When Gawain finally meets the green knight, the knight takes three shots at Gawain’s neck, which is similar to the three days he spent with the lady at the castle. At the third swing, the knight nicks Gawain on the neck, a wound that is equivalent to the girdle that wounded his faith. The points out that by receiving the girdle, Gawain has marred his faithfulness towards Mary and God. Gawain, realizing his mistake, rips the girdle off in great haste and says:

Behold there my falsehood, ill hap betide it! Your cut
taught me cowardice, care for my life, and coveting came

after, contrary both to largesse and loyalty belonging to knights.

Gawain now knows that he feared death and that this fear made him an imperfect Christian. He hopes, though, that since virtuous men like Adam, Solomon, Samuel, and David were also tricked by seductive women that his actions will be forgiven by God and the green knight. Gawain feels that it is very hard for a man to remain loyal to Mary when there are seductive and tempting women out there.

The knight, however, refuses to take the girdle back. Instead, he makes Gawain wear it forever so that he will be constantly reminded that he is not a perfect human being. Gawain must ride back to King Arthur’s court with a cut of shame across his neck and a symbol of humility around his waist. Now that he must wear this green girdle, the color of rebirth and renewal, he can become a better person and be more prepared to enter heaven. Now he will constantly be reminded by the girdle to be loyal to God, and he will be a better Christian. In fact, Arthur believes that this idea will make all of his knights faithful, and he makes each knight wear a green girdle to remind them of their loyalty to God and to Mary.

This is how the adventures of Adam, Solomon, Samuel, and David can be related to Gawain to show that throughout history, man has fallen under the spell of seductive women and have been prevented from being perfect Christians. When the men realize that they are not perfect, they become more divine and move a step closer to heaven.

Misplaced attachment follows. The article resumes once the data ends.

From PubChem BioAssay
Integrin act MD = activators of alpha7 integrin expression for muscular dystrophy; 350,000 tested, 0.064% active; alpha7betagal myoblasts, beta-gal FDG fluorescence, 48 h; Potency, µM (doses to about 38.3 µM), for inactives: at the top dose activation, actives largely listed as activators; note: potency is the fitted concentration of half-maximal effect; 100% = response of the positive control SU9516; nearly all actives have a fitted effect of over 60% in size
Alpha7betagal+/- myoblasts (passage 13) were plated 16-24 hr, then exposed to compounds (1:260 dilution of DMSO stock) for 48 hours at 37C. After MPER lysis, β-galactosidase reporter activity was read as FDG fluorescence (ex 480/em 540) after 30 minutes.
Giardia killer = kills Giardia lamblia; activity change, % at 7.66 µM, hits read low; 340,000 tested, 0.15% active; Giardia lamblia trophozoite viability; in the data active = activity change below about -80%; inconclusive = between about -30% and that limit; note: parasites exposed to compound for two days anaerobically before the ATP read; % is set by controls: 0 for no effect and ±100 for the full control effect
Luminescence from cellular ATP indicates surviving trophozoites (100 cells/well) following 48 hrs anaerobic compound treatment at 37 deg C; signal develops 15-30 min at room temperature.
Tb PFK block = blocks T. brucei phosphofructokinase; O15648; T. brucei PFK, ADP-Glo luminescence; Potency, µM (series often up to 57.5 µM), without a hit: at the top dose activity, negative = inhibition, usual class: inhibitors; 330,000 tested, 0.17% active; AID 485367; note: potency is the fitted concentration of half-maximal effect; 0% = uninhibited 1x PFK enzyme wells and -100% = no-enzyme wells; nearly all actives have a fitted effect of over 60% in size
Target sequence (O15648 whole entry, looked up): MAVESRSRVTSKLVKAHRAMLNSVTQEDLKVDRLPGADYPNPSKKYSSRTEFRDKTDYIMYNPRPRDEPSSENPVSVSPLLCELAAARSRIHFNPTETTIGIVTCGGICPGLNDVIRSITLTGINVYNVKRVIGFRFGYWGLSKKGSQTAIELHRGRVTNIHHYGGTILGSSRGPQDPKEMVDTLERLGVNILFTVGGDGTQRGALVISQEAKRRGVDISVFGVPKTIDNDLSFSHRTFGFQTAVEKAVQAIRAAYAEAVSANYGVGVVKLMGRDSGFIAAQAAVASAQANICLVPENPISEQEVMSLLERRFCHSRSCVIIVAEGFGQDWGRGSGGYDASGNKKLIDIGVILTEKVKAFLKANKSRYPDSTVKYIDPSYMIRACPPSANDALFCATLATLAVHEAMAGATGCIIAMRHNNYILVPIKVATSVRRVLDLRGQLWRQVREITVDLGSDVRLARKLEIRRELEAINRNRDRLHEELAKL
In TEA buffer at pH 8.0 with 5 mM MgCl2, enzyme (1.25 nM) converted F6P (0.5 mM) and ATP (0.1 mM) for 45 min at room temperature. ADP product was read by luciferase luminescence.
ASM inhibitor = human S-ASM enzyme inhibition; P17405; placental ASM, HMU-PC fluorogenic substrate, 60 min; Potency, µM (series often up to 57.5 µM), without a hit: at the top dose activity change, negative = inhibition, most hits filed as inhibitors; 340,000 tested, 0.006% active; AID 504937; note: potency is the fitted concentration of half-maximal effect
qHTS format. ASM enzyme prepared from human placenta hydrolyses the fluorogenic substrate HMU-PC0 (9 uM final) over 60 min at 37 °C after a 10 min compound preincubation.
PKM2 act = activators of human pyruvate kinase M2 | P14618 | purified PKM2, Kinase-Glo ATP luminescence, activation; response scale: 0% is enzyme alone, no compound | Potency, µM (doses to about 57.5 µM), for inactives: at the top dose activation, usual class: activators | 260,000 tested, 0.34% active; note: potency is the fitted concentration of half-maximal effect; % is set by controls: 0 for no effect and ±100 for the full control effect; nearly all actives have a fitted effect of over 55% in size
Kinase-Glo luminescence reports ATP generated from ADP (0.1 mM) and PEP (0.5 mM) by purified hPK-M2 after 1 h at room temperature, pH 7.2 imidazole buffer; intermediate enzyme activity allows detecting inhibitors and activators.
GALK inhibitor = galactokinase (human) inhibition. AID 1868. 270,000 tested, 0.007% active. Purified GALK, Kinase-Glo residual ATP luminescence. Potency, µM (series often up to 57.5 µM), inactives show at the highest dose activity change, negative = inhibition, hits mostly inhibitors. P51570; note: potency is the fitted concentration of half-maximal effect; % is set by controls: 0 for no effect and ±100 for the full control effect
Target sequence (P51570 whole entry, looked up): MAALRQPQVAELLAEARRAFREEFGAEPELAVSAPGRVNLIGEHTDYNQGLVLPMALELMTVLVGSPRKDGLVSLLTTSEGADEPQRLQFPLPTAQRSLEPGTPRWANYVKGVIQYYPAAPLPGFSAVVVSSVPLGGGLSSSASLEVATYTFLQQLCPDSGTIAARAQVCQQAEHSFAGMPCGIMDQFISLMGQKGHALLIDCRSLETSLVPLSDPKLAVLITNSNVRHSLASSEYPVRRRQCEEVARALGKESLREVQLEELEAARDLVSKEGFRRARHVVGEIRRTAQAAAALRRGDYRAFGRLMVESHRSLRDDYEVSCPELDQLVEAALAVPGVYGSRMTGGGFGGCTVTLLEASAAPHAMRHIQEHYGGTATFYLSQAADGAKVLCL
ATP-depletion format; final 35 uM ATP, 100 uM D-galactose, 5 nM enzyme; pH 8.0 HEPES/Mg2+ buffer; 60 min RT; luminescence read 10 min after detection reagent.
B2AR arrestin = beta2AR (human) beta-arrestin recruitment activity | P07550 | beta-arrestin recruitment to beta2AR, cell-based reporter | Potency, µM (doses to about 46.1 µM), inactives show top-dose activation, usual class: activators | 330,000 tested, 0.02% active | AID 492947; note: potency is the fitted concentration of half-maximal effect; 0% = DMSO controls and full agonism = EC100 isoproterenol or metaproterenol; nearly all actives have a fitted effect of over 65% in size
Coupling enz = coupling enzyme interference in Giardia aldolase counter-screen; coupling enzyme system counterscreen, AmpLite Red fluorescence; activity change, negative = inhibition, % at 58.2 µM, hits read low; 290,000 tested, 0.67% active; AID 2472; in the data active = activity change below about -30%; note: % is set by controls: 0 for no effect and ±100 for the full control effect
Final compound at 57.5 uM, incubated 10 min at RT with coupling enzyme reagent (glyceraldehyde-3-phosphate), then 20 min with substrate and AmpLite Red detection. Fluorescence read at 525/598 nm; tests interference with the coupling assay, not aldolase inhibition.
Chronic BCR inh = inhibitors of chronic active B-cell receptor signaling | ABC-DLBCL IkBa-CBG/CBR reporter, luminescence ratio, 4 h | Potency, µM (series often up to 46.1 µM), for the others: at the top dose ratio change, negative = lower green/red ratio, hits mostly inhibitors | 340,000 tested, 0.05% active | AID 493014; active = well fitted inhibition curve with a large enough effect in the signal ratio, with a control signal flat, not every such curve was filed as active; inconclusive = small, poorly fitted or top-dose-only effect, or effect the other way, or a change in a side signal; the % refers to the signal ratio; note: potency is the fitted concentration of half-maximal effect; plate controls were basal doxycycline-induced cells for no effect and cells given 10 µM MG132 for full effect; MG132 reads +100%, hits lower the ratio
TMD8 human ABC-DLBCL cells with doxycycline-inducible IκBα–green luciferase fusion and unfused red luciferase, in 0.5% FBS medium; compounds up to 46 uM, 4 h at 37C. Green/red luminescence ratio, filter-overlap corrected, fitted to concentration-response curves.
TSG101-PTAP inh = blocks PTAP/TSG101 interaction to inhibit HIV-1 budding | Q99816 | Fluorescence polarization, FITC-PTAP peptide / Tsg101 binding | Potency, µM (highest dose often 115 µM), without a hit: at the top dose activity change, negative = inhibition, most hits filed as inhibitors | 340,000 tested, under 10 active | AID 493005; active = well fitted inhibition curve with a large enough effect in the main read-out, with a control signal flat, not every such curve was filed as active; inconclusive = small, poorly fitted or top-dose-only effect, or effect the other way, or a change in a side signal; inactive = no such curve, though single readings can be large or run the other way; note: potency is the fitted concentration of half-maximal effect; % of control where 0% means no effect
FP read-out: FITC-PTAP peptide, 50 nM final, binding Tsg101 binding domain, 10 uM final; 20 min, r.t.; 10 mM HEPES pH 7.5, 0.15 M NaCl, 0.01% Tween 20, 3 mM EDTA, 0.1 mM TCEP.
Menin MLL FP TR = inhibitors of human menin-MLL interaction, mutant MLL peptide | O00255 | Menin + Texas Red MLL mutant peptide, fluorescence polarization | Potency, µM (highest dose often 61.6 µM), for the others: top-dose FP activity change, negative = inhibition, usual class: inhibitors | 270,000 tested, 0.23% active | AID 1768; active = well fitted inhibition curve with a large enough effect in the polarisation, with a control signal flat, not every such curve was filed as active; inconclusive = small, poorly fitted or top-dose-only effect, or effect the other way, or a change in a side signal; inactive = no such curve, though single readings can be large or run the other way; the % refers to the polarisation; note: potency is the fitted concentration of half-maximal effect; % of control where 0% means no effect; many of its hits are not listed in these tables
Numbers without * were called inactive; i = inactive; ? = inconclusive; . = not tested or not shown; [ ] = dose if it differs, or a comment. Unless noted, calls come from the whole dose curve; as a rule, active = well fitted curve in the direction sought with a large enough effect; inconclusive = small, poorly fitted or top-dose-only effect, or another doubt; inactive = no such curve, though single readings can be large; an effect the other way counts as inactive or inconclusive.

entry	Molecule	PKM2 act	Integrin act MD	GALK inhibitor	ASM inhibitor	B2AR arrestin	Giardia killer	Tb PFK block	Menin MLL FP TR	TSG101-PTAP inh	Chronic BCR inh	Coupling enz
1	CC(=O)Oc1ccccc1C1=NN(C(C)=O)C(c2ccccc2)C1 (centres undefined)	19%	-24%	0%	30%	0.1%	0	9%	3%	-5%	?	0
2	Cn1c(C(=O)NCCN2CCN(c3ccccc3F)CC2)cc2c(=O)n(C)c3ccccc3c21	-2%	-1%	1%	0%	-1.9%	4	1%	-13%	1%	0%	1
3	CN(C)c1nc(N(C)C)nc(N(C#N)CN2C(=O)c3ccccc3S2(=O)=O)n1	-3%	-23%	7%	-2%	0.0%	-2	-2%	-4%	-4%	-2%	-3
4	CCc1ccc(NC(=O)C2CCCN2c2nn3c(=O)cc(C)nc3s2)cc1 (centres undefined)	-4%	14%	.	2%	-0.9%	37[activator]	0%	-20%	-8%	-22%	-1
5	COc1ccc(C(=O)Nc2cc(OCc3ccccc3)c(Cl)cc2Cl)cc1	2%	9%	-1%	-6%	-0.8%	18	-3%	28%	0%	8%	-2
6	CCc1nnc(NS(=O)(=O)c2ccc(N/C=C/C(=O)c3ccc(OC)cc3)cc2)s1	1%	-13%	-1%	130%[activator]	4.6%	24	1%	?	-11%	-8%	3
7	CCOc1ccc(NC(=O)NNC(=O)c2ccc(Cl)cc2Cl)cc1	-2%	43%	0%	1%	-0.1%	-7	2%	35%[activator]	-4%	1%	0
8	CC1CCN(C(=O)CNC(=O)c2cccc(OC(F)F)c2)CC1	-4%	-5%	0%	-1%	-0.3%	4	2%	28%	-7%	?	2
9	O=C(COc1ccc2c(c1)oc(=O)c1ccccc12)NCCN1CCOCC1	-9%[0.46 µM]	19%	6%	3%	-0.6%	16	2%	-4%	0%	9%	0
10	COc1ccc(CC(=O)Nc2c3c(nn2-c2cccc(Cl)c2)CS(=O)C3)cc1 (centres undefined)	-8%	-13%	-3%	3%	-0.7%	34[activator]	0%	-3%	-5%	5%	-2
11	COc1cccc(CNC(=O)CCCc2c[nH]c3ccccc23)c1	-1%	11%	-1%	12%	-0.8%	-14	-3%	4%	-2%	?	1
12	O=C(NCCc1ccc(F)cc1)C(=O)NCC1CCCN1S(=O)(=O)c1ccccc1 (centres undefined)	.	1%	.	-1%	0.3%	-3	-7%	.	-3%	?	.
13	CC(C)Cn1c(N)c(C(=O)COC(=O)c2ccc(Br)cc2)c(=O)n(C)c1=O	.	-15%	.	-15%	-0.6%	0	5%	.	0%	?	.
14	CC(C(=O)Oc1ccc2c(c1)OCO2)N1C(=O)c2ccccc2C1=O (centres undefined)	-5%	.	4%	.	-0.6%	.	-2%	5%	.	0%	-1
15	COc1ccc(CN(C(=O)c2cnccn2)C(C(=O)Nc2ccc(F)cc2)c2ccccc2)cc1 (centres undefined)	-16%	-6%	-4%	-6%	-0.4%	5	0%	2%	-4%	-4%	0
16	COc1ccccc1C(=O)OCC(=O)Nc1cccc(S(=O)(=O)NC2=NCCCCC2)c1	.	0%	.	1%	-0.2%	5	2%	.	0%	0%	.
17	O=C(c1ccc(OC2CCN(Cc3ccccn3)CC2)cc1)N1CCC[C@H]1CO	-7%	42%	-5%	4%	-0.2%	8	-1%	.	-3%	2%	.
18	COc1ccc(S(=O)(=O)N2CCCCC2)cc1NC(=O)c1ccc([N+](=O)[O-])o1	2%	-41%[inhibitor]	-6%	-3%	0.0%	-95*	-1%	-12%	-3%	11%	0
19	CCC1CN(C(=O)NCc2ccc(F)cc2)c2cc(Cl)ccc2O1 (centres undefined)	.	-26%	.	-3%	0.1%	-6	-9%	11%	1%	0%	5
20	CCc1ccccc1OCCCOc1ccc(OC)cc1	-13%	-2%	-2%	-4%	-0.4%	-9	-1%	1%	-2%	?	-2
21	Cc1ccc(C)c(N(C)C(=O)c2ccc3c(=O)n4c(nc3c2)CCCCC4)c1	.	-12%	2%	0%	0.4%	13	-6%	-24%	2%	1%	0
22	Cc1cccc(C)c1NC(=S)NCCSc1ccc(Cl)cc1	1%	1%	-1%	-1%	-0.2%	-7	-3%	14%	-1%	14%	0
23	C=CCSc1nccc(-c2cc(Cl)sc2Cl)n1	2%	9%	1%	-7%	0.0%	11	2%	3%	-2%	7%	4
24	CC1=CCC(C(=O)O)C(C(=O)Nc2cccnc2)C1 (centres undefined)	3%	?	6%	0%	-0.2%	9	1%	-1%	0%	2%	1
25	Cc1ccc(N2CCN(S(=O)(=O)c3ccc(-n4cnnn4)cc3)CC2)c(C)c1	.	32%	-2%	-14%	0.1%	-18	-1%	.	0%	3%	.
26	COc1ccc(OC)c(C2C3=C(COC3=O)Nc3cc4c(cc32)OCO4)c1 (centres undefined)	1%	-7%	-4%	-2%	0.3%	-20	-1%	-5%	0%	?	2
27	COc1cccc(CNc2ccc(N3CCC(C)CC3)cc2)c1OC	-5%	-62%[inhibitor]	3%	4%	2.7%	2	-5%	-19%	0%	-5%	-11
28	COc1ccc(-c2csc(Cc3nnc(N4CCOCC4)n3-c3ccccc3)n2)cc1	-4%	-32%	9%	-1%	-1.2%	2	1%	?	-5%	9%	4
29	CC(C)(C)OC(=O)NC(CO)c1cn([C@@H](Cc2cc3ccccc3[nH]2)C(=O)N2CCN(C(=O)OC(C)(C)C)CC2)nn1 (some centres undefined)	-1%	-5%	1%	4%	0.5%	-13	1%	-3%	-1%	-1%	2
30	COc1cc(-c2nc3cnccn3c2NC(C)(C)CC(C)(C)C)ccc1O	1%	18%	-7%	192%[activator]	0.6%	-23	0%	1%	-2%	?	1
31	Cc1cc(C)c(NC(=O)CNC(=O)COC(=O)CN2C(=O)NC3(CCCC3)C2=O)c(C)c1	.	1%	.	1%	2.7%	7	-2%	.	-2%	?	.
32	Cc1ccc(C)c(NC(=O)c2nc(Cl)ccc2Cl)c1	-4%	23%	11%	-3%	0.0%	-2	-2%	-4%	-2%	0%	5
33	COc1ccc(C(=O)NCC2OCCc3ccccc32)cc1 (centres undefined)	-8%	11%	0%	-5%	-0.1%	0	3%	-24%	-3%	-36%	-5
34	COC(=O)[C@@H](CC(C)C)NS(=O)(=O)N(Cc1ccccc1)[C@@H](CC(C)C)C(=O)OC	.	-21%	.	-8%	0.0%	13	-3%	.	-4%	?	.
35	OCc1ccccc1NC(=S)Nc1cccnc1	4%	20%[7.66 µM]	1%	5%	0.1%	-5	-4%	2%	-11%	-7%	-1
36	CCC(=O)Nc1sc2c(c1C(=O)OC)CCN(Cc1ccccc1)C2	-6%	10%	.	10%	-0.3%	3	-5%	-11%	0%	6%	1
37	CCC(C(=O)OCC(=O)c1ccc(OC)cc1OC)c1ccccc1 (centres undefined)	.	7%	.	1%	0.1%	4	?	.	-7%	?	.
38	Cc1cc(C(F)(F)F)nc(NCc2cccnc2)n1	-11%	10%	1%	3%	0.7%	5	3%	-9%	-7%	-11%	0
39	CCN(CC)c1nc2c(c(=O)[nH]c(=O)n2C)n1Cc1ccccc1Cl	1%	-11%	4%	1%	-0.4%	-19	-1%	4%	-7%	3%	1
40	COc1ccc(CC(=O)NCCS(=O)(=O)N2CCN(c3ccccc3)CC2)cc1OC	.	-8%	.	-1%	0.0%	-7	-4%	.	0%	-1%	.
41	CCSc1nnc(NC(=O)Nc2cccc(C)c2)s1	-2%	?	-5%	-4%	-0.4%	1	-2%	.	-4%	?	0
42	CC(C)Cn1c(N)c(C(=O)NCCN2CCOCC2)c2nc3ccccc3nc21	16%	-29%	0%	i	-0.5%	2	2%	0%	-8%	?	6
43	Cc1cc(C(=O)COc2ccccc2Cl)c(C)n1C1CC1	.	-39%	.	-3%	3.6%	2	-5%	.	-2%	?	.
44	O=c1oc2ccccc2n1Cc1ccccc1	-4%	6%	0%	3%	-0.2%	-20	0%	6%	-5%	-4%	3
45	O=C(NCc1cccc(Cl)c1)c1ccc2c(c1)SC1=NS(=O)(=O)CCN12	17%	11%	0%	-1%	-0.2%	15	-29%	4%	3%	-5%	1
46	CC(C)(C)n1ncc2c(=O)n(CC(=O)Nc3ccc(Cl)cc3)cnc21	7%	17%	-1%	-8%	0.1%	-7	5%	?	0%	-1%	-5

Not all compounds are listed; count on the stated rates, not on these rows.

Concerning Characters and Class

If I remember correctly, I read Great Expectations, but didn’t read Northanger Abbey. This essay is terrible, just like the other high school essays, but some of the phrasing in here is pretty funny. And notice in the last line the use of the phrase “only just barely.” This classic was uttered by my sophomore year English teacher, only to be cleverly brought back to life by me two years later.

Concerning Characters and Class
Jason Carter
English 400–1

A common theme in the past three novels is the importance of social status to the main characters. The two novels which clearly portray this idea are Great Expectations and Northanger Abbey. These two books show the reader the characters Pip and Catherine trying their hardest to escape the status of “Average Joe,” and their attempts to fit into a higher social class.

In Great Expectations, we see Pip, an orphaned child with a blacksmith father, trying to break free from his foster parents and attempt to put on airs and live the good life with the upper crust. His entire goal in life is to become a better, more educated and refined man so that he can leave the dirty working class and become more aristocratic. Pip gets his first glimpse at this new lifestyle after his first visit to Miss Havisham’s house. During his first visit, Pip falls in love with Estella, but she is very critical of how common he really is. She laughs at how ordinary he is dressed, and she makes Pip feel self conscious of what he looks like to other people. Pip feels that he must change his lifestyle if he is going to become a better person. He asks his friend Biddy to help secretly educate him and he goes over to Miss Havisham’s more frequently in hopes of absorbing their extravagant life.